He said Sagem delivers Sigma systems to a wide range of Russian military manufacturers, including Sukhoi.

    "There is a demand for the latest navigation and pointing systems because the firing range of the modernized multiple rocket launchers like the Grad has risen from 40 to 50-60 kilometers and fire control systems therefore also need to be modernized," the spokesman said.
    The Sigma 30 artillery navigation and pointing system is designed for high-precision firing at short notice. (RIA Novosti)

  6. #26

    Innovation Aims to Reduce Collateral Damage in Afghanistan

    (Source: US Army; dated July 2, web-posted July 7, 2010)


    Soldiers of the 319th Airborne Field Artillery Regiment display the blue “smurf round” used with the aim of reducing civilian casualties. (US Army photo)

    WARDAK PROVINCE, Afghanistan --- While some commands severely restrict artillery fires, one task force in Afghanistan has taken active steps to reduce collateral damage by developing an alternative method.

    Task Force King of the 173rd Airborne Brigade Combat Team came up with an alternative to indirect fire missions using solely high-explosive TNT.

    Soldiers of the 4th Battalion, 319th Airborne Field Artillery Regiment crafted a way to fire non-exploding training rounds in the adjustment phase, and then switch to a lethal one in the fire-for-effect phase. Using this method, fewer live rounds are fired, reducing collateral damage and civilian casualties.

    "Our rules of engagement have been a challenge, because our enemy knows when we use artillery in a conventional fire fight there remains a very real possibility of unintended collateral damage," said Command Sgt. Maj. Dennis Woods, 4-319th AFAR. "In our efforts to avoid that, commanders have previously been far less inclined to use artillery. Insurgents are not stupid. This enemy has been using our ROE to avoid our fire support advantage... until now!"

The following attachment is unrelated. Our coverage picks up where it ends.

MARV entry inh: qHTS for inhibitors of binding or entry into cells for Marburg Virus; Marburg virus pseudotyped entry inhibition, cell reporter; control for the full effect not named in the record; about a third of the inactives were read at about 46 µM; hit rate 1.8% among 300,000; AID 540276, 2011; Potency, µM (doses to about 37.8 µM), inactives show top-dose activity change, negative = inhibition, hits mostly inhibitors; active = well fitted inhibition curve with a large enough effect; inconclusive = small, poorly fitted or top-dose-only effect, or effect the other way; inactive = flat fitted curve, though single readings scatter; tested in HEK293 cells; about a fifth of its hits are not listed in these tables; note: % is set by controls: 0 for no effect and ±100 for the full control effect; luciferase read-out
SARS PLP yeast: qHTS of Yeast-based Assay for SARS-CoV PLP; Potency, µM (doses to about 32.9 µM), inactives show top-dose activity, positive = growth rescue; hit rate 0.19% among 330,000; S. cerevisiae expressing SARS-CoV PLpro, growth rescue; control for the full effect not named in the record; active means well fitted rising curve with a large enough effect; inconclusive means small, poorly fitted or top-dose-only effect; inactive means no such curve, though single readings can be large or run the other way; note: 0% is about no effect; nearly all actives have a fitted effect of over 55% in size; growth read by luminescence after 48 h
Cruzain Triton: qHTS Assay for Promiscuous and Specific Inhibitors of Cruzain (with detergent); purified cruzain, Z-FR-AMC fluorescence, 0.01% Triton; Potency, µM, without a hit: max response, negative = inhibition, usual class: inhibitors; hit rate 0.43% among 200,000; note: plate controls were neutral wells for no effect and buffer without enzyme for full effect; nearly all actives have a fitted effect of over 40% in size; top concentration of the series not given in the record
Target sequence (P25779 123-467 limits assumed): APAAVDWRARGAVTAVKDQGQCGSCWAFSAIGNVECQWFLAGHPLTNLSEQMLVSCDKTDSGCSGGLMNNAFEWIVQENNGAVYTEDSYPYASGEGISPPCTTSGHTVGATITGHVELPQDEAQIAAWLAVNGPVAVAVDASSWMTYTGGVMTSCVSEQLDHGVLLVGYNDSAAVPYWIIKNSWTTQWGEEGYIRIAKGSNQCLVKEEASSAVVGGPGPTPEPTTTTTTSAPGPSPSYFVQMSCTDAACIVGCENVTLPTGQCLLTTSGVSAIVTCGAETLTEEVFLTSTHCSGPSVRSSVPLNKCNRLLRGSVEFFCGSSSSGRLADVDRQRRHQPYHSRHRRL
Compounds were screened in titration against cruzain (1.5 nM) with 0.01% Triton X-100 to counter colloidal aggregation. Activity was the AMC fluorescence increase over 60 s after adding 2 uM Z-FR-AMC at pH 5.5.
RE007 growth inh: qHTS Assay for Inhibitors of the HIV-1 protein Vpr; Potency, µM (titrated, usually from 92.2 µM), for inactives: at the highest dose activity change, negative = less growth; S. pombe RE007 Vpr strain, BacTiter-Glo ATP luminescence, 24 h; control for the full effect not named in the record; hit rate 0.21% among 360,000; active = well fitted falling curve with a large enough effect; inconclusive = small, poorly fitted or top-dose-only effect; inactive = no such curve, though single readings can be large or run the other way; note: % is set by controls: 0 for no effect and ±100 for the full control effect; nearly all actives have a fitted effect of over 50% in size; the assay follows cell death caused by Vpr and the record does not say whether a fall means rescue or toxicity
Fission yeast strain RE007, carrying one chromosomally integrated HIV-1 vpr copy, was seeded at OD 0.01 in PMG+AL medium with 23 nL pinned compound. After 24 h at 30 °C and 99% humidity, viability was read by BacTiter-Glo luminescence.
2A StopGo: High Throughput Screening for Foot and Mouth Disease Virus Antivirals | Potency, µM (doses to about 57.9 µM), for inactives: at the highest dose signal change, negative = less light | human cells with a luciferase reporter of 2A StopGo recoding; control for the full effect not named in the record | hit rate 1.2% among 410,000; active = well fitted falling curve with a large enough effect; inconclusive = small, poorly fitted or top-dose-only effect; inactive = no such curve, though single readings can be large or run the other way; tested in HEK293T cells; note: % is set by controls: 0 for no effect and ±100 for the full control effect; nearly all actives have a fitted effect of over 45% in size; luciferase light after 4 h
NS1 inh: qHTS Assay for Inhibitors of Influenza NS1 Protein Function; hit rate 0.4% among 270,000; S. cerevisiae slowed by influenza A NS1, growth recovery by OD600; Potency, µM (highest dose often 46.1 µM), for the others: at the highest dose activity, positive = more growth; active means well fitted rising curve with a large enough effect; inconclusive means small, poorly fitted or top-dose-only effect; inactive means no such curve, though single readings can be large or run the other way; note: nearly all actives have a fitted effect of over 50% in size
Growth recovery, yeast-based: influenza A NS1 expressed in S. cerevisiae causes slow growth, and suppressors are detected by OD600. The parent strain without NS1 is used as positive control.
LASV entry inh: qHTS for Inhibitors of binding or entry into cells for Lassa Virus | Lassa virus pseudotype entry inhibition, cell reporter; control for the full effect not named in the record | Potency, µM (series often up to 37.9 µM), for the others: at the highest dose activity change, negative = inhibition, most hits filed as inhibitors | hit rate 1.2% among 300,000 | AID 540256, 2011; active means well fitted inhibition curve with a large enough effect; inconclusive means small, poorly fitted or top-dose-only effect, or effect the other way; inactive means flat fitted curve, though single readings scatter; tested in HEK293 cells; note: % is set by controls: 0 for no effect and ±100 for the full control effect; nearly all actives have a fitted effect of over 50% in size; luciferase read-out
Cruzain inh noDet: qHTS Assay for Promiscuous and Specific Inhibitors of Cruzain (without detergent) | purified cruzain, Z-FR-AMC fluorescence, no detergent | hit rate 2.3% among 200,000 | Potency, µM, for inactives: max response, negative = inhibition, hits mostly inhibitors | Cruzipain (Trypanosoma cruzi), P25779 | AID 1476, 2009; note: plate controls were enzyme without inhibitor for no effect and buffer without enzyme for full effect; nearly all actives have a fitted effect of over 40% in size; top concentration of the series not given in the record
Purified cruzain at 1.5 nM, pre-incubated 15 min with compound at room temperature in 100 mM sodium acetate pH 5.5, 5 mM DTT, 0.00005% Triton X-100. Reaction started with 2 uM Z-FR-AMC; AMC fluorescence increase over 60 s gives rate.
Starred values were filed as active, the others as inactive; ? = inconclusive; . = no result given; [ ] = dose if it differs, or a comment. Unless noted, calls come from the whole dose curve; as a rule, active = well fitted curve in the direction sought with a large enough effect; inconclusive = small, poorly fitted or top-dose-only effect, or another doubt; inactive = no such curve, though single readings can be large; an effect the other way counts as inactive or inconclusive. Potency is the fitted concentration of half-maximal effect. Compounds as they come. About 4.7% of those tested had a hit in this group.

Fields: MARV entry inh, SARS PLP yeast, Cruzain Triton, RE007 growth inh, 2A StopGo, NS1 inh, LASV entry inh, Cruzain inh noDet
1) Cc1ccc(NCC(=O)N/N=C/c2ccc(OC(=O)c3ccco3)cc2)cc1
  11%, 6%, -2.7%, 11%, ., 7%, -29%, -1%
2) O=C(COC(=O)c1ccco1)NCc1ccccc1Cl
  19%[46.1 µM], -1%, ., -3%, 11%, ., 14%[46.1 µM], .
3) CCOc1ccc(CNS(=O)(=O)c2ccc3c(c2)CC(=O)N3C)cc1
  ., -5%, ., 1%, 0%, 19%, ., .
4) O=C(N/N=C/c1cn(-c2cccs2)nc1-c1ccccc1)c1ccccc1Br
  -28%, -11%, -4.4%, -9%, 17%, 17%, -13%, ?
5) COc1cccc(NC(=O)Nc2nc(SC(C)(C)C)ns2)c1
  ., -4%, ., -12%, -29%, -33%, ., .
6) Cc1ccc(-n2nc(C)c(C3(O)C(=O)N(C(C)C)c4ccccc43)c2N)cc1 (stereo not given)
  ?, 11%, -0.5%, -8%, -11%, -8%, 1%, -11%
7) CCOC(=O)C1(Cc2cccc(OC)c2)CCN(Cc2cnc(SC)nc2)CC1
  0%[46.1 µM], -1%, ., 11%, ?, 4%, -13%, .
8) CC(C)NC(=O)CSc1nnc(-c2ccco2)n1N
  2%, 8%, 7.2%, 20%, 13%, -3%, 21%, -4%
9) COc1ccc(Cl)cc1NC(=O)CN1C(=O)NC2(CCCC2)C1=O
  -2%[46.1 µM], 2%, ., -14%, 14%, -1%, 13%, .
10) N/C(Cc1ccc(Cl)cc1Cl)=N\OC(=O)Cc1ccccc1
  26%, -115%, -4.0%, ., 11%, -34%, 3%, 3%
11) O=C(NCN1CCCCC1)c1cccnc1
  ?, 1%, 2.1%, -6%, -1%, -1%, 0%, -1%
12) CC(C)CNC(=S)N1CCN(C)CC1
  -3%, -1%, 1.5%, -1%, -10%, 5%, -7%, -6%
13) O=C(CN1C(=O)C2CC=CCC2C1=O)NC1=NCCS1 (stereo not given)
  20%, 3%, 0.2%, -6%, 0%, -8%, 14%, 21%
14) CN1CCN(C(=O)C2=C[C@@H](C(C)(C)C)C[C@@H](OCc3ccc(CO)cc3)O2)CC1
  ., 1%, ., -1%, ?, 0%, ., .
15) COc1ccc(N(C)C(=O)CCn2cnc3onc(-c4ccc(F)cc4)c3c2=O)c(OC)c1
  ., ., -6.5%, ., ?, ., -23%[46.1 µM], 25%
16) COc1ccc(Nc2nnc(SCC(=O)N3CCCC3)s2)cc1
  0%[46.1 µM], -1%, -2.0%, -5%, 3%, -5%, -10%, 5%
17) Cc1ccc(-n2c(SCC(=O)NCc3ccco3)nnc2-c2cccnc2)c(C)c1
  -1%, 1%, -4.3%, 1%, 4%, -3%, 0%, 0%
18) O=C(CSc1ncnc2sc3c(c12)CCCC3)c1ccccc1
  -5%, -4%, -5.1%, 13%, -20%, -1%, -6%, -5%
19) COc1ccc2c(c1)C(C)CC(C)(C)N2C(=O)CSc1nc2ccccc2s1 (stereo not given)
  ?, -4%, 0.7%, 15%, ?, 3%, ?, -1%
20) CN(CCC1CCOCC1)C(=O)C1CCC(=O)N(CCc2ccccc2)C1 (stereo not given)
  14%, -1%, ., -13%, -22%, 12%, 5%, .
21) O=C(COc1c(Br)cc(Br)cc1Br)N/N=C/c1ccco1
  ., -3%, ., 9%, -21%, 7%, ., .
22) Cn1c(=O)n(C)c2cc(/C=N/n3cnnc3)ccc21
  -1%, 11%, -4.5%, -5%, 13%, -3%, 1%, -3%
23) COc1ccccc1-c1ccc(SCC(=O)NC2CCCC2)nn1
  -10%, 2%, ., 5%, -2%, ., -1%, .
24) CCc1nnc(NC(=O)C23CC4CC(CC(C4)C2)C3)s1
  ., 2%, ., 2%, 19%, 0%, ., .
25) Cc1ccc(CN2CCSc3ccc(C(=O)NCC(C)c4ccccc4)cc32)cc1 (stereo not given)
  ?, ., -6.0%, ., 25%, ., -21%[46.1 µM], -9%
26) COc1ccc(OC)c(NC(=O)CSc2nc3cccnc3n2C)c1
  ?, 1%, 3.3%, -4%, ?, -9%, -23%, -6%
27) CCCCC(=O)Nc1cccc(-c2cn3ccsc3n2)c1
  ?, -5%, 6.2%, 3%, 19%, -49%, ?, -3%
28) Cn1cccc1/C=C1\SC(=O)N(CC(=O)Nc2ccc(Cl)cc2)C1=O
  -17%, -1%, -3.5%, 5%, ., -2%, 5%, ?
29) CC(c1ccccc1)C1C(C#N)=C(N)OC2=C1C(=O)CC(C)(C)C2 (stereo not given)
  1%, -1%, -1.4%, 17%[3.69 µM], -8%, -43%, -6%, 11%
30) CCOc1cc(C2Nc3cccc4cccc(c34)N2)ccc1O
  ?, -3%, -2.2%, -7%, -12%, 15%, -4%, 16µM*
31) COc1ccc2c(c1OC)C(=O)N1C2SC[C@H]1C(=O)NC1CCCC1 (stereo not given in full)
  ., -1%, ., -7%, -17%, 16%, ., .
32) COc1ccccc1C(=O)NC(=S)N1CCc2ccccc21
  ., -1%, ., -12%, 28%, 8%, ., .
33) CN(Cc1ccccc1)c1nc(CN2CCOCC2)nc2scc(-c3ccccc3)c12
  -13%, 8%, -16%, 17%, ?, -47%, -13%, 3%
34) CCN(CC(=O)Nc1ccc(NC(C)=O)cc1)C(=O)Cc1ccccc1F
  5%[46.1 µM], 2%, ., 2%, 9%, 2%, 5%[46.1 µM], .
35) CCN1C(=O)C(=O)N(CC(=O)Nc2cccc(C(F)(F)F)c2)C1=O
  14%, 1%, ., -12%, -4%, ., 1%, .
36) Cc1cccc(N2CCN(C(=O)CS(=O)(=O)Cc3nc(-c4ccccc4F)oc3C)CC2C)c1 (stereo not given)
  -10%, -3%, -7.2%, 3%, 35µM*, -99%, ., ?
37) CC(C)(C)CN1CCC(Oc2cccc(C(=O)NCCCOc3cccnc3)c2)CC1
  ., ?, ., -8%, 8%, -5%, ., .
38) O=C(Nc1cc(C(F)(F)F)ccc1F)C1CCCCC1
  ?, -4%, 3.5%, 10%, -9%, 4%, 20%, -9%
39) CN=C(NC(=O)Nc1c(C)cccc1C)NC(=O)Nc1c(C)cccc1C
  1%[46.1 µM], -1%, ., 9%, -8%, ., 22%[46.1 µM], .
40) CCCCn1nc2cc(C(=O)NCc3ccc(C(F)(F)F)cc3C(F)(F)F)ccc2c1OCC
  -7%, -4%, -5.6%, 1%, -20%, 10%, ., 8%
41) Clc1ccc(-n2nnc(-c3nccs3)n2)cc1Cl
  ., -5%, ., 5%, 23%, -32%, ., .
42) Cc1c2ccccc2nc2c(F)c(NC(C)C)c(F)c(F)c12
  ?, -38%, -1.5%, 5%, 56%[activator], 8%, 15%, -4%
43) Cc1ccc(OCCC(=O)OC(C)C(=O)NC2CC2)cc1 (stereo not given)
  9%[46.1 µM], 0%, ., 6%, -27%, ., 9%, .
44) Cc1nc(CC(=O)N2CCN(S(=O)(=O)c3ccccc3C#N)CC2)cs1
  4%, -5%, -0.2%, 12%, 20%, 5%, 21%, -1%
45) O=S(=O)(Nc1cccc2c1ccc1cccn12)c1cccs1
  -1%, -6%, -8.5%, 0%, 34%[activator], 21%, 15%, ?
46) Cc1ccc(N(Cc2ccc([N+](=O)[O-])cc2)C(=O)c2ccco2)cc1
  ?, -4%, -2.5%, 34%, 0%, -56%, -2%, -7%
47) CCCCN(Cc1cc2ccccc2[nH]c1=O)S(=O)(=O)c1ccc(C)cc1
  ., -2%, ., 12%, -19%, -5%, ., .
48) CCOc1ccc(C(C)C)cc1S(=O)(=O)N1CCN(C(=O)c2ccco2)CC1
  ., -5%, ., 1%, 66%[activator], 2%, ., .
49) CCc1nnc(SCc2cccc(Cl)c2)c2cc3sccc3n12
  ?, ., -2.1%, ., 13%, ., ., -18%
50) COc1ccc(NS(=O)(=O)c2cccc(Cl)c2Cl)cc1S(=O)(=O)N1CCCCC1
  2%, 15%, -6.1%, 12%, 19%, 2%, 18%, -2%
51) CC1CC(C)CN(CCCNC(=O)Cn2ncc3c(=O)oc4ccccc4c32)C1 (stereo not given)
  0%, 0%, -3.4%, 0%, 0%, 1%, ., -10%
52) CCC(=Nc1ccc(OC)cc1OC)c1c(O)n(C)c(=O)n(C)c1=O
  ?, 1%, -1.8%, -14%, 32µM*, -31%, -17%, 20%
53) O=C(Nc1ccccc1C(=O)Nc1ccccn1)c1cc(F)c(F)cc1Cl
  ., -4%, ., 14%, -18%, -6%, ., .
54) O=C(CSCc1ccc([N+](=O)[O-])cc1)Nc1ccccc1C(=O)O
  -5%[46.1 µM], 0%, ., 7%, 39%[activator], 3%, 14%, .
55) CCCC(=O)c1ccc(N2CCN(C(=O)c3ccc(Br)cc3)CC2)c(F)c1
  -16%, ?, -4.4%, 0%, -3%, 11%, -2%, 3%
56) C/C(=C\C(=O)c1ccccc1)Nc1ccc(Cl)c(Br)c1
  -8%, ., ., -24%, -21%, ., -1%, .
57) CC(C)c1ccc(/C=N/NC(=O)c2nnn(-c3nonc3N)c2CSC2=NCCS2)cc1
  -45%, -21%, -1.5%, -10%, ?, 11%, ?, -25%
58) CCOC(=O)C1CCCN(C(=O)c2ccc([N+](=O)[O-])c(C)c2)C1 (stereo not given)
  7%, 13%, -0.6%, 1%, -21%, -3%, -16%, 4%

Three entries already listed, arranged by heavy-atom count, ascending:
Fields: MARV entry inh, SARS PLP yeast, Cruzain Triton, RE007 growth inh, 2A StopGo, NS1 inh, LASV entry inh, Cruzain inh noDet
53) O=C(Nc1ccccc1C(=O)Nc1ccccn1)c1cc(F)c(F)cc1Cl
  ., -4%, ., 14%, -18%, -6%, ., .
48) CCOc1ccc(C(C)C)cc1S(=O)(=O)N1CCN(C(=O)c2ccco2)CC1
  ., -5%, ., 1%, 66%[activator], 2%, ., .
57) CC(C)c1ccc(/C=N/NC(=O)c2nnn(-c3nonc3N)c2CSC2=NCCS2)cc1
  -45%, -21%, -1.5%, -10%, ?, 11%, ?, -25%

They brought artillery back into the fight in the east-central province of Wardak.

    The less lethal training round in use is the M804A1 also known as the "smurf" round due to its blue color. It's a ballistic match for a live high explosive artillery round, meaning the round will have the same effects while in flight from the tube to the target. The difference is in the impact effects.

    "The 173 ABCT gives up nothing in terms of effectiveness," Woods said. "The fire-for-effect round is exactly where it would be had we fired all explosive artillery rounds. This new approach that we are using here is more sensitive to the environmental impact issues along with the cultural issues that affect Afghanistan citizens."

    Woods said that because Afghanistan is an agrarian society, when high explosives are used, they contaminate the soil. When TNT, RDX, and HMX erode into the fields, crop yields can be harmed, so using less high-explosive rounds is good for Afghanistan's long-term future, as well as posing a far less likelihood for collateral damage.

    "The 173rd ABCT is aware how collateral damage separates us from the people. Since the people are the real objective, within a counterinsurgency war, our ability to increase public safety is the moral choice and the strategic choice that best delivers our vision and ROE directives."